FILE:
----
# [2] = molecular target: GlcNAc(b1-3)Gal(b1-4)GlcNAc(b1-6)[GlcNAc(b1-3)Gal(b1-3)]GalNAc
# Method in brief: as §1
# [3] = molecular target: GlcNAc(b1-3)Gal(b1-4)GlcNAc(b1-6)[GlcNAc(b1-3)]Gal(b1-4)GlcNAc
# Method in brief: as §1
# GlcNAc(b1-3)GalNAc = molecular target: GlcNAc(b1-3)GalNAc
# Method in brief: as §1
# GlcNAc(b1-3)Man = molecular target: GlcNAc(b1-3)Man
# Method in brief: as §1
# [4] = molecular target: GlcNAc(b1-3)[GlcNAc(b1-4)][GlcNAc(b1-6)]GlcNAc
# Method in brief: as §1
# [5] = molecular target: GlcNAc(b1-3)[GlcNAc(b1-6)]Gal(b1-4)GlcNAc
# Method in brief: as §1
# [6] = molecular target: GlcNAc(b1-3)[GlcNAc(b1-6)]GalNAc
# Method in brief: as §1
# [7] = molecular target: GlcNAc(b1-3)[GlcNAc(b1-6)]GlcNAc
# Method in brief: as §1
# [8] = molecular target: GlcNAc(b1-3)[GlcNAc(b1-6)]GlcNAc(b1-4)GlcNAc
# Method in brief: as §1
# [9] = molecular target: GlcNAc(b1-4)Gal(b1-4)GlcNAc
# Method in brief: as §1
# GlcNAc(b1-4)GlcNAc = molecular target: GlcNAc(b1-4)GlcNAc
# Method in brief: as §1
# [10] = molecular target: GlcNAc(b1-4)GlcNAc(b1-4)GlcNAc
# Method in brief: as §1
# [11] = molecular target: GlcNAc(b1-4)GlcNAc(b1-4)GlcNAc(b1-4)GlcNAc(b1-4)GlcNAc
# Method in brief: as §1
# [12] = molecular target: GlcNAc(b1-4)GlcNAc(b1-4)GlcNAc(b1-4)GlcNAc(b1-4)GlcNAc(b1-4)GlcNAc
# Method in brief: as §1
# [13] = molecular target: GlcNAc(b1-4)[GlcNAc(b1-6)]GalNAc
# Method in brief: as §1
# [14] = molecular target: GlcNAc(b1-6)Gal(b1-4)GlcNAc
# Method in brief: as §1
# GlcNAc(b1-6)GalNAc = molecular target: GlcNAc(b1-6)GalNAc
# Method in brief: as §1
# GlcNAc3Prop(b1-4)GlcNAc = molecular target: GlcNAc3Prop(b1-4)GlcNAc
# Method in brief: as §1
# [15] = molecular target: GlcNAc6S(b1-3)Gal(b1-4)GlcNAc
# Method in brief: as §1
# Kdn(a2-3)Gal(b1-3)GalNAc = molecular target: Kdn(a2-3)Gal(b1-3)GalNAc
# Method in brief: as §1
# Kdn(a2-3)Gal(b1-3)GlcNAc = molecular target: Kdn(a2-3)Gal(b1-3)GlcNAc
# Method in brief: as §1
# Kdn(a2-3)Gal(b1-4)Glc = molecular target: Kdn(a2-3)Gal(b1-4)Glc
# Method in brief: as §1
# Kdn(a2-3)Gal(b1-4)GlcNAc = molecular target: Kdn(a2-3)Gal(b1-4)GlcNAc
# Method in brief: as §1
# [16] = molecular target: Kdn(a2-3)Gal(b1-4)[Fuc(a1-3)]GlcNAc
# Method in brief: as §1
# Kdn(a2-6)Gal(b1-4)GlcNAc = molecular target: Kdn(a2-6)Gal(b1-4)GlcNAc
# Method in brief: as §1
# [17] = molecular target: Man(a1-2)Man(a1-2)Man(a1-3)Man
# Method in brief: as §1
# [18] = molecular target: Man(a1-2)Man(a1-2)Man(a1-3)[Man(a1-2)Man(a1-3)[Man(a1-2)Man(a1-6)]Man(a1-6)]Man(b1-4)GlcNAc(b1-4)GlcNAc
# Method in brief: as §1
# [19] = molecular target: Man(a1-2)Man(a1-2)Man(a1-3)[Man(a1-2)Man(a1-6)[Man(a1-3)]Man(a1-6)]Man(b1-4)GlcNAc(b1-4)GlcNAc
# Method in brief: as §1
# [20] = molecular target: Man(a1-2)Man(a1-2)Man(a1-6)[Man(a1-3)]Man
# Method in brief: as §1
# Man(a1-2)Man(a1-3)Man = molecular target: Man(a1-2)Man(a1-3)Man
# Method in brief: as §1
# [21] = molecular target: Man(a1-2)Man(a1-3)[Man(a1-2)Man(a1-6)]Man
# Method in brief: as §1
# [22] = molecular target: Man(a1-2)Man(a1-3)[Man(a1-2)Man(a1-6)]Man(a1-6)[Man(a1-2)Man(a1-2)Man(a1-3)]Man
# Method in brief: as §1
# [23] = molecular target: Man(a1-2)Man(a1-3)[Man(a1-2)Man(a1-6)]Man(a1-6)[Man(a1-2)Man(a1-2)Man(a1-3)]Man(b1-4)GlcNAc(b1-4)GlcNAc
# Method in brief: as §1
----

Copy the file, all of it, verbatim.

# [2] = molecular target: GlcNAc(b1-3)Gal(b1-4)GlcNAc(b1-6)[GlcNAc(b1-3)Gal(b1-3)]GalNAc
# Method in brief: as §1
# [3] = molecular target: GlcNAc(b1-3)Gal(b1-4)GlcNAc(b1-6)[GlcNAc(b1-3)]Gal(b1-4)GlcNAc
# Method in brief: as §1
# GlcNAc(b1-3)GalNAc = molecular target: GlcNAc(b1-3)GalNAc
# Method in brief: as §1
# GlcNAc(b1-3)Man = molecular target: GlcNAc(b1-3)Man
# Method in brief: as §1
# [4] = molecular target: GlcNAc(b1-3)[GlcNAc(b1-4)][GlcNAc(b1-6)]GlcNAc
# Method in brief: as §1
# [5] = molecular target: GlcNAc(b1-3)[GlcNAc(b1-6)]Gal(b1-4)GlcNAc
# Method in brief: as §1
# [6] = molecular target: GlcNAc(b1-3)[GlcNAc(b1-6)]GalNAc
# Method in brief: as §1
# [7] = molecular target: GlcNAc(b1-3)[GlcNAc(b1-6)]GlcNAc
# Method in brief: as §1
# [8] = molecular target: GlcNAc(b1-3)[GlcNAc(b1-6)]GlcNAc(b1-4)GlcNAc
# Method in brief: as §1
# [9] = molecular target: GlcNAc(b1-4)Gal(b1-4)GlcNAc
# Method in brief: as §1
# GlcNAc(b1-4)GlcNAc = molecular target: GlcNAc(b1-4)GlcNAc
# Method in brief: as §1
# [10] = molecular target: GlcNAc(b1-4)GlcNAc(b1-4)GlcNAc
# Method in brief: as §1
# [11] = molecular target: GlcNAc(b1-4)GlcNAc(b1-4)GlcNAc(b1-4)GlcNAc(b1-4)GlcNAc
# Method in brief: as §1
# [12] = molecular target: GlcNAc(b1-4)GlcNAc(b1-4)GlcNAc(b1-4)GlcNAc(b1-4)GlcNAc(b1-4)GlcNAc
# Method in brief: as §1
# [13] = molecular target: GlcNAc(b1-4)[GlcNAc(b1-6)]GalNAc
# Method in brief: as §1
# [14] = molecular target: GlcNAc(b1-6)Gal(b1-4)GlcNAc
# Method in brief: as §1
# GlcNAc(b1-6)GalNAc = molecular target: GlcNAc(b1-6)GalNAc
# Method in brief: as §1
# GlcNAc3Prop(b1-4)GlcNAc = molecular target: GlcNAc3Prop(b1-4)GlcNAc
# Method in brief: as §1
# [15] = molecular target: GlcNAc6S(b1-3)Gal(b1-4)GlcNAc
# Method in brief: as §1
# Kdn(a2-3)Gal(b1-3)GalNAc = molecular target: Kdn(a2-3)Gal(b1-3)GalNAc
# Method in brief: as §1
# Kdn(a2-3)Gal(b1-3)GlcNAc = molecular target: Kdn(a2-3)Gal(b1-3)GlcNAc
# Method in brief: as §1
# Kdn(a2-3)Gal(b1-4)Glc = molecular target: Kdn(a2-3)Gal(b1-4)Glc
# Method in brief: as §1
# Kdn(a2-3)Gal(b1-4)GlcNAc = molecular target: Kdn(a2-3)Gal(b1-4)GlcNAc
# Method in brief: as §1
# [16] = molecular target: Kdn(a2-3)Gal(b1-4)[Fuc(a1-3)]GlcNAc
# Method in brief: as §1
# Kdn(a2-6)Gal(b1-4)GlcNAc = molecular target: Kdn(a2-6)Gal(b1-4)GlcNAc
# Method in brief: as §1
# [17] = molecular target: Man(a1-2)Man(a1-2)Man(a1-3)Man
# Method in brief: as §1
# [18] = molecular target: Man(a1-2)Man(a1-2)Man(a1-3)[Man(a1-2)Man(a1-3)[Man(a1-2)Man(a1-6)]Man(a1-6)]Man(b1-4)GlcNAc(b1-4)GlcNAc
# Method in brief: as §1
# [19] = molecular target: Man(a1-2)Man(a1-2)Man(a1-3)[Man(a1-2)Man(a1-6)[Man(a1-3)]Man(a1-6)]Man(b1-4)GlcNAc(b1-4)GlcNAc
# Method in brief: as §1
# [20] = molecular target: Man(a1-2)Man(a1-2)Man(a1-6)[Man(a1-3)]Man
# Method in brief: as §1
# Man(a1-2)Man(a1-3)Man = molecular target: Man(a1-2)Man(a1-3)Man
# Method in brief: as §1
# [21] = molecular target: Man(a1-2)Man(a1-3)[Man(a1-2)Man(a1-6)]Man
# Method in brief: as §1
# [22] = molecular target: Man(a1-2)Man(a1-3)[Man(a1-2)Man(a1-6)]Man(a1-6)[Man(a1-2)Man(a1-2)Man(a1-3)]Man
# Method in brief: as §1
# [23] = molecular target: Man(a1-2)Man(a1-3)[Man(a1-2)Man(a1-6)]Man(a1-6)[Man(a1-2)Man(a1-2)Man(a1-3)]Man(b1-4)GlcNAc(b1-4)GlcNAc
# Method in brief: as §1